Chemical/UV Treatments

Chemical and UV treatments are an extremely lightweight option than the rest of the filtering options mentioned above. Chemical purifiers use iodine or chlorine dioxide to remove bacteria and other microbes from the water. UV purifiers use UV radiation to achieve the same effect.

But both methods don’t filter the water. So, they are only feasible for clear water sources. Chemical purifiers can also add a bad taste to the water. UV purifiers require batteries and electronics which are unreliable in the wild. They are a nice alternative to bulkier options but they are not for everyone.

Filtration vs. Purification

The terms “filtration” and “purification” are often used interchangeably, but there are some differences between the two. Keeping those differences in mind can help you choose the best option according to your needs.

Water filters use microscopic pores to remove microbes and other contaminants from the water. Purifiers use chemicals or ultraviolet light to kill microbes but purifiers also remove viruses that the filters can’t remove. Viruses are not much of a problem in the natural water sources which is why most hikers don’t feel the need to use a purifier in the backcountry.

However, purifiers are a good option for hiking in less-developed regions of the world or high-traffic areas. Secondly, during filtration, water is forced through a sieve that physically removes debris and other large particles.

Purifiers treat the water for microbes but they don’t remove debris. Purifiers are not ideal for water sources that have dirty, murky, or muddy water. Filters are a better option for such cases. Some premium options on the market provide both purification and filtration.

Flow Rate

The flow rate is the speed at which a filter treats water. It is usually measured in liters per minute. Generally, gravity filters have the fastest flow rates. Premium pump filters have a rate of about 1 liter per minute.

Squeeze and straw filters are only as fast as you can squeeze or drink. Some of them require more effort than others. However, the flow rates listed by the manufacturer are only in ideal conditions. The flow rate that you will get on the field would be less than advertised. Most filters require frequent backwashing or light maintenance to keep things moving properly.

Chemical and UV purifiers don’t have a flow rate. But they do have a wait time that is necessary before the water is safe to drink. For chemical purifiers, the wait time can be between 15 to 30 minutes. To wipe out Cryptosporidium, chemical purifiers require 4 hours.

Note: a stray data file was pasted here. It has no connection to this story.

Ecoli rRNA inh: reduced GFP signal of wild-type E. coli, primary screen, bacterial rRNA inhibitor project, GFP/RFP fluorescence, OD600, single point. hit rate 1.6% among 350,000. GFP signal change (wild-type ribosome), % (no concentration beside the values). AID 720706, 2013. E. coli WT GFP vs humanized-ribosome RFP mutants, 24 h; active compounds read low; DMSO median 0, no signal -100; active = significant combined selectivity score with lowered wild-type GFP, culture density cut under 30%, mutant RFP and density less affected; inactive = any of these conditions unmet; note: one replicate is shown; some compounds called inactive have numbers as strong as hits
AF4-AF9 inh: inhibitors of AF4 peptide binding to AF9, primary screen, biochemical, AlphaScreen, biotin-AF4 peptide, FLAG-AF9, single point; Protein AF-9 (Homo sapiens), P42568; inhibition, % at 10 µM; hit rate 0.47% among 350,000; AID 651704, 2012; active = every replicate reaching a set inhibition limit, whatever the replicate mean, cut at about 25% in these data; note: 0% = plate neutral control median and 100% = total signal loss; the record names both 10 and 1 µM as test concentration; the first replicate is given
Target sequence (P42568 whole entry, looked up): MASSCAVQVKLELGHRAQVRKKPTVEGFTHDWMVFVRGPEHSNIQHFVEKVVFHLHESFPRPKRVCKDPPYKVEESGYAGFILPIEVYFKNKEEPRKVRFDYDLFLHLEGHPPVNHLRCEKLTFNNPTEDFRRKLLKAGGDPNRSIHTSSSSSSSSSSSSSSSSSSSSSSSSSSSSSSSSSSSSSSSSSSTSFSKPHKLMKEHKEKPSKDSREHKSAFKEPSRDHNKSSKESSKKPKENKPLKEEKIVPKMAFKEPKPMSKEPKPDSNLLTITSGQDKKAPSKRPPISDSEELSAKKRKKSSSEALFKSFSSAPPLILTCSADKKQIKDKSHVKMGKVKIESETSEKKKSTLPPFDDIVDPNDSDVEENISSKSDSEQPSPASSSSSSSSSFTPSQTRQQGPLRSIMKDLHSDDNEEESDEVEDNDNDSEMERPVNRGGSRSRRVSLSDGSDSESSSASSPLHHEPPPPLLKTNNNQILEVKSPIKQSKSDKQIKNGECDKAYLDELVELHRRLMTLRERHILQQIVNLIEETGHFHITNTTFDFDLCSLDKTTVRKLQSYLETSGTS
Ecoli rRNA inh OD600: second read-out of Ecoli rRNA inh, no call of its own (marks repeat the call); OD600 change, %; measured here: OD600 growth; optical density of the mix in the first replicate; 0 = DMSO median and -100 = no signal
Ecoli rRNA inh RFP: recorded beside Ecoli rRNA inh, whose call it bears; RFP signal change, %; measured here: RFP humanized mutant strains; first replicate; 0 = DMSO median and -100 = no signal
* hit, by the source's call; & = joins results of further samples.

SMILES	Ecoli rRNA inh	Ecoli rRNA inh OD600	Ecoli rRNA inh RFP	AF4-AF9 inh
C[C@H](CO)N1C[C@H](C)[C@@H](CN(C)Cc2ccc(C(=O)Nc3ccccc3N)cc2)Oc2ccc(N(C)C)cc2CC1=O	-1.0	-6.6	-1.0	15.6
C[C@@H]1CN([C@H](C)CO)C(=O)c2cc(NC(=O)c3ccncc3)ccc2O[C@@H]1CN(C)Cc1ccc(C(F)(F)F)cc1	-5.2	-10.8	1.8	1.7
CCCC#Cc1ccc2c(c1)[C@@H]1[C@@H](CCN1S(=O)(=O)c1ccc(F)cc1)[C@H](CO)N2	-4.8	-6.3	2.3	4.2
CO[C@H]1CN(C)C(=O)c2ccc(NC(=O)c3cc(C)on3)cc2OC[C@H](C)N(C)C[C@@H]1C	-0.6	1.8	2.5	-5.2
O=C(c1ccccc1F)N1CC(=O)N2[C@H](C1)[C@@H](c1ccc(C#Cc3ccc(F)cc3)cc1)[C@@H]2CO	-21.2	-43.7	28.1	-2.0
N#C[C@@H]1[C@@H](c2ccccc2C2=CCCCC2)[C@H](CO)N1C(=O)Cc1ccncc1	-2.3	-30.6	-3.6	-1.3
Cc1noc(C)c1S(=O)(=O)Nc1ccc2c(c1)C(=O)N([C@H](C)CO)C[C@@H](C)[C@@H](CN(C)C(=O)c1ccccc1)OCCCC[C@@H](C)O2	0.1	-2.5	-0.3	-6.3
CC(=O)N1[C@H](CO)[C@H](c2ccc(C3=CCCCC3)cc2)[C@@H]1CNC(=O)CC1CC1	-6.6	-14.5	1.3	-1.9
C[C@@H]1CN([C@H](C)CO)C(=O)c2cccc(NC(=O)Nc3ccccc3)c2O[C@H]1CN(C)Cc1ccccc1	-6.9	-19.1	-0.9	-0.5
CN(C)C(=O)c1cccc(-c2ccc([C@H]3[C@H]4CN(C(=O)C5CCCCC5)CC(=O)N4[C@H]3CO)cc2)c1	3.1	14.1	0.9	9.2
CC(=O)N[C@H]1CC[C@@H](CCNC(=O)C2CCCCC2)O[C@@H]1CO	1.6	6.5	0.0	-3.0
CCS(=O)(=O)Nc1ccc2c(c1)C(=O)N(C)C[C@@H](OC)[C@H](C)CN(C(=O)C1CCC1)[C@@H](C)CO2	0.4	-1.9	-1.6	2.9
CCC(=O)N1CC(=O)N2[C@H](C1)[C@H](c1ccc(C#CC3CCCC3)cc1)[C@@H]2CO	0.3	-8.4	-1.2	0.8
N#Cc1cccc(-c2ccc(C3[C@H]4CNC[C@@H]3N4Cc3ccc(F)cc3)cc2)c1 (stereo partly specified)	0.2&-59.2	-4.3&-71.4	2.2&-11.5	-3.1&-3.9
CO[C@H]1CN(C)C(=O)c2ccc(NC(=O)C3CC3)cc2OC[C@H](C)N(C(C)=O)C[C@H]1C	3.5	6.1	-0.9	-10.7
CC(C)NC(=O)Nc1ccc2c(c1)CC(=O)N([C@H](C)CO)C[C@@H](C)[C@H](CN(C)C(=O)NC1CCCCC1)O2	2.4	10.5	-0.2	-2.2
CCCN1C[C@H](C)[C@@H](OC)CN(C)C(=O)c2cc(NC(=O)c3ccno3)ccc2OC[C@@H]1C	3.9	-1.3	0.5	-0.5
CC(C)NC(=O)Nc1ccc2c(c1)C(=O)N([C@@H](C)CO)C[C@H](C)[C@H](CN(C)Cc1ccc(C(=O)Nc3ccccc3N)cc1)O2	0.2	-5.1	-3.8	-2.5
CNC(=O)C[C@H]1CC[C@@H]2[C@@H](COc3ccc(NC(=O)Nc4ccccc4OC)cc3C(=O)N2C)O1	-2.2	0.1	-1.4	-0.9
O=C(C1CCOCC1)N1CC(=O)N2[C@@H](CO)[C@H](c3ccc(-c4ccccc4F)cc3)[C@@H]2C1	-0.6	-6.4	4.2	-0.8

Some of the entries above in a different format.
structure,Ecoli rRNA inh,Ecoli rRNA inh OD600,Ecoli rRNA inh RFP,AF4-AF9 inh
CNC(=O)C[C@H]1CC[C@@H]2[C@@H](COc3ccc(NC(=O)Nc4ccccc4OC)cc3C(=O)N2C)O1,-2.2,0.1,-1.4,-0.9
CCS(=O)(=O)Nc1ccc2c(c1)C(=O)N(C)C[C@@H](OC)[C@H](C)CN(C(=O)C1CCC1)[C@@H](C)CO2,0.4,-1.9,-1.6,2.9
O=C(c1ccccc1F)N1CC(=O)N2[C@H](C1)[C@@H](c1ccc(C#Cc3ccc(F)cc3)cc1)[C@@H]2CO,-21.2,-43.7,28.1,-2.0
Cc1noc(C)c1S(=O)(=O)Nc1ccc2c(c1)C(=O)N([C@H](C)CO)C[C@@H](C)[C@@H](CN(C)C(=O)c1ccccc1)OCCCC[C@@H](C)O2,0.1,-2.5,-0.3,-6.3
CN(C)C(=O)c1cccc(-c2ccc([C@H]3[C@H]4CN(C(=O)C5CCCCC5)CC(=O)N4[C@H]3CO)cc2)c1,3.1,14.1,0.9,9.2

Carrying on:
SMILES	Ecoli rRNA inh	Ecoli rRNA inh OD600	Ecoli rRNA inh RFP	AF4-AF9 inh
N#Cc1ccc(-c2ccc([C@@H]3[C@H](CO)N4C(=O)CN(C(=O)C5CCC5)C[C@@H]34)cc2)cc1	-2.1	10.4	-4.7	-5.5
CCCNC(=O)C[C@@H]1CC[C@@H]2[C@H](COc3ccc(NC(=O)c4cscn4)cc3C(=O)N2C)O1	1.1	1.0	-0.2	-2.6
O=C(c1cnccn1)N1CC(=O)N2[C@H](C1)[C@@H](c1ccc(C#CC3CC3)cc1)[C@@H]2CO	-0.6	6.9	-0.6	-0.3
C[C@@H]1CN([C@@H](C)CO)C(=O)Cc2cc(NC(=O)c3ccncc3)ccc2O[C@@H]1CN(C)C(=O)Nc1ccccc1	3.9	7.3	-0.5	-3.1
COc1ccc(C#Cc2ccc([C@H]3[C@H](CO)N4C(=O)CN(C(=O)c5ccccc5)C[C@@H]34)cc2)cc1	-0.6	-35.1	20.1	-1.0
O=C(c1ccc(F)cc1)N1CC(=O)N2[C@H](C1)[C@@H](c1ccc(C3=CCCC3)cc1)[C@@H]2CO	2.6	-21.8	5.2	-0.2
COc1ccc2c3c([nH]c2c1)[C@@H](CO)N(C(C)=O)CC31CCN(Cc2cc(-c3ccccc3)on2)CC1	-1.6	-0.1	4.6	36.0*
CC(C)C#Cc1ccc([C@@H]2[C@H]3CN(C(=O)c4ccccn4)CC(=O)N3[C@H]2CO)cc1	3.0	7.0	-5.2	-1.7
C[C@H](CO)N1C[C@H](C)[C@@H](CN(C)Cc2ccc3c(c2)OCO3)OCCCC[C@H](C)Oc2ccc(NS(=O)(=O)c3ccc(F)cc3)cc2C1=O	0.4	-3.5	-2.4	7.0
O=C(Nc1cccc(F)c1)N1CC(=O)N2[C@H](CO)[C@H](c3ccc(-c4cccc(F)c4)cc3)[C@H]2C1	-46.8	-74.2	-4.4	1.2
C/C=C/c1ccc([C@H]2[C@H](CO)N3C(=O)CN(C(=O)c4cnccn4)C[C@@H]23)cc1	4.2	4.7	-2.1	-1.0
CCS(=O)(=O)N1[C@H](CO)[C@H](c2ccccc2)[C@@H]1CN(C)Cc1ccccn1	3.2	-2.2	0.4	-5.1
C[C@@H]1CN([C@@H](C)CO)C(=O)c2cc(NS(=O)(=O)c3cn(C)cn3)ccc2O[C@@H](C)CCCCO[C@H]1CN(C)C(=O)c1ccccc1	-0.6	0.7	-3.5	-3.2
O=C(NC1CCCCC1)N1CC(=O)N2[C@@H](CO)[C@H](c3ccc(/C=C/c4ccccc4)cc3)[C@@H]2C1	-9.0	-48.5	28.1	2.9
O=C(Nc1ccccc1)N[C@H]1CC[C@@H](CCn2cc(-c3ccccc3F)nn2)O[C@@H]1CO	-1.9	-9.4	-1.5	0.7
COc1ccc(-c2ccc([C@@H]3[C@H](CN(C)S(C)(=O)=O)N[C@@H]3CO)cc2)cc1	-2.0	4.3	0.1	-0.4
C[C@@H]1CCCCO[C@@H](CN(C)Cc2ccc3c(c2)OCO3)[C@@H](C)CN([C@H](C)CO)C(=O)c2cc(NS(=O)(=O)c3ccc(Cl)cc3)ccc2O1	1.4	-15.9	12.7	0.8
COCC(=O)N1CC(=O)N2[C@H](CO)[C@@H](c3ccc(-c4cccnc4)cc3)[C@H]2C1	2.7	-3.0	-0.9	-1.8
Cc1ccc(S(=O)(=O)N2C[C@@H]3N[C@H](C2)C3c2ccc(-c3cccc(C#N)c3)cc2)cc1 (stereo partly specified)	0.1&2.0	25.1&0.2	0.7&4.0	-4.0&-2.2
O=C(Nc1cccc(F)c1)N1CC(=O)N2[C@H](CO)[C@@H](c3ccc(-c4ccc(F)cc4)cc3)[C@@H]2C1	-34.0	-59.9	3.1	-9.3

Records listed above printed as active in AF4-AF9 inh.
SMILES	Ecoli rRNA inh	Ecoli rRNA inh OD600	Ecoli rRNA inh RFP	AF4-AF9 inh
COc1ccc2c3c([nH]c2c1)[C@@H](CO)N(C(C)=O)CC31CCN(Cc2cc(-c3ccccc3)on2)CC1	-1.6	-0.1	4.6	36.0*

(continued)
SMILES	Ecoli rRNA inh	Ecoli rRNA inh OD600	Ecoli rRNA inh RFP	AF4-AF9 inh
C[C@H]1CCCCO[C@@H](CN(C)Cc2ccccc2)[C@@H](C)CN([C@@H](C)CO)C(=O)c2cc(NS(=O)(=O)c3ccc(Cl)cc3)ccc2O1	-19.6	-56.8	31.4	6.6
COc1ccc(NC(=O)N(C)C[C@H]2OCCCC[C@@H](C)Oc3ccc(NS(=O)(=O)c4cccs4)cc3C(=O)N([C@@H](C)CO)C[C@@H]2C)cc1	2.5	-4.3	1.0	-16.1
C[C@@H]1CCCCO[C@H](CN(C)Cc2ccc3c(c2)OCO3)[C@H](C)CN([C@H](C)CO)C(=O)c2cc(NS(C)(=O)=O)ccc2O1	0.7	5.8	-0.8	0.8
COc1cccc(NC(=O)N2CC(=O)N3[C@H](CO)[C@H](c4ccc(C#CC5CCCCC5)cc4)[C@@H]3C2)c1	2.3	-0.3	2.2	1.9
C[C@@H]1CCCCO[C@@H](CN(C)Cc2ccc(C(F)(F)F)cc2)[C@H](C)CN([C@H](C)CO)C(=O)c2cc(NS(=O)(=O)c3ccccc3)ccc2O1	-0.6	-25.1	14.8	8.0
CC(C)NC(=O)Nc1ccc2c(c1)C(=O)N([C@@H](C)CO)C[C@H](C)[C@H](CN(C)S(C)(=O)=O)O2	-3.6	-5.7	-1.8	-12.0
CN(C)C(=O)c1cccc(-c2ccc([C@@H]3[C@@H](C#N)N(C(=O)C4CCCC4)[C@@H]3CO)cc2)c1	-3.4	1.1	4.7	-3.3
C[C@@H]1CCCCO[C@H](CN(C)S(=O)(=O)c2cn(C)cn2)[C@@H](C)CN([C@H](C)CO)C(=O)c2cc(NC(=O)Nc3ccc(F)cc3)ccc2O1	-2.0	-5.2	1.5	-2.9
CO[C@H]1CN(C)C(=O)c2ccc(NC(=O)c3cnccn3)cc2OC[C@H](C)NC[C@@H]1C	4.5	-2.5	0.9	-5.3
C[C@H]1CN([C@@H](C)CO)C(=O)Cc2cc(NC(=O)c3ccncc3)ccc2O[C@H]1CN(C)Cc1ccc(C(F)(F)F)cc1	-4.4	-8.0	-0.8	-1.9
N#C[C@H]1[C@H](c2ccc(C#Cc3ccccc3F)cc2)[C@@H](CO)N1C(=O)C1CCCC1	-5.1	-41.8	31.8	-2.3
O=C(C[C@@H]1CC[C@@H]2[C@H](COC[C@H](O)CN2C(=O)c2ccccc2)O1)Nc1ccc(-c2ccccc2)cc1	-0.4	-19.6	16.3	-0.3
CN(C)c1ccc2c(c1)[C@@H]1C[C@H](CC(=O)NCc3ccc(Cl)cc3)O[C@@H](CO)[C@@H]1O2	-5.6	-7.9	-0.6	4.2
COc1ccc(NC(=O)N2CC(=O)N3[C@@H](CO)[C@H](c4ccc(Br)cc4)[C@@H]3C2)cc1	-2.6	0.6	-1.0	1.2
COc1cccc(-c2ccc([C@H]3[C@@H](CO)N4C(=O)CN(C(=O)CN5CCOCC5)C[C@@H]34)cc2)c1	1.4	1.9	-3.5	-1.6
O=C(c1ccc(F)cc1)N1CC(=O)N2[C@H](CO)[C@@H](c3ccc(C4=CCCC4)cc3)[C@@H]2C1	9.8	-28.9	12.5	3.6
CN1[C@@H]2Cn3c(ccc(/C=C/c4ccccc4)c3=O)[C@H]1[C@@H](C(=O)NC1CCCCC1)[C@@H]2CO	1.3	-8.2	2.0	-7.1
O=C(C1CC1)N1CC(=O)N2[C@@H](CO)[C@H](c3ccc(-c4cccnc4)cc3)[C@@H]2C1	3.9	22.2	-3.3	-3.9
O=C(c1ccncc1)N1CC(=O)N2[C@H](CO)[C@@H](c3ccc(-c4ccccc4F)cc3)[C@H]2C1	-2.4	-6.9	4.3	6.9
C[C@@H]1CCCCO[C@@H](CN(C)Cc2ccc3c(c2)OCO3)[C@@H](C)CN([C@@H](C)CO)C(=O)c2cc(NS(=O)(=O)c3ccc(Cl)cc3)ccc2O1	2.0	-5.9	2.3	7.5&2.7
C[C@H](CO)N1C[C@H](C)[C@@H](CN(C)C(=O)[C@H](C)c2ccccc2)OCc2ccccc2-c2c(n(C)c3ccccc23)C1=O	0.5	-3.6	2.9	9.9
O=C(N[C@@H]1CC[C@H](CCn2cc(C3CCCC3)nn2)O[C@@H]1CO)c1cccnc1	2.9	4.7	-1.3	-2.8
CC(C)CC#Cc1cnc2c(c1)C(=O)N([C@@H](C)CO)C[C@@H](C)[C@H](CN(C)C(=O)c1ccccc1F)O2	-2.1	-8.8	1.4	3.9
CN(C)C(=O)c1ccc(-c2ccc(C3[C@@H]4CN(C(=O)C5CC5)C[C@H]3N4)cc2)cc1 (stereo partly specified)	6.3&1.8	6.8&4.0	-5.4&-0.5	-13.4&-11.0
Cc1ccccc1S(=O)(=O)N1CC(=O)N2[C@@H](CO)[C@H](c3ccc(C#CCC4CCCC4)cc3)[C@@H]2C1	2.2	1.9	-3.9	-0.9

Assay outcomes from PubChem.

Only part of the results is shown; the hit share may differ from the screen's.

The wait time for UV purifiers depends on their intensity and the quantity of water. Some UV purifiers only need 90 to 120 seconds per liter. That being said, flow rates and wait times are important, especially, in group settings.

Filter Pore Size

Pore size refers to the tiny openings in the filter. These openings are measured in microns. The smaller the pore, the more particles the filter can block. According to the CDC’s guide on water treatment, a pore size smaller than 0.3 microns is needed to filter bacteria. Viruses are much smaller – 0.02 microns.

Most backpacking filters on the market feature a pore size of 0.1 to 0.2 microns. These filters block most of the debris and microbes except viruses. The only exception is the MSR Guardian pump filter which has a pore size of 0.02 microns.

Filter Life

The filter life is the amount of water in liters passing through the filter after which you would have to buy a replacement cartridge for the filter. Filter life plays an important role in determining the overall cost of the filter over time.

A filter with a shorter life would cost you more in the long term than a filter with a longer life. Based on how much you get out, you can buy a filter that suits you. Filters with a short life like somewhere close to 1000 liters are still sufficient for casual hikers that get out only a few times a year.

It is important to note that the listed filter life should be taken for ideal conditions. In the real world, you wouldn’t get that long life. Besides, the shells of these filters are made of plastic. You will break one component or the other before the filter expires.

Emergency Backups

You have to understand that any piece of equipment can malfunction in the backcountry including a filter. You should always have a backup. A basic straw filter is only 2 ounces and doesn’t even cost much. You can also keep chemical purifiers as backups. They are also lightweight and a small amount can be used to purify gallons of water.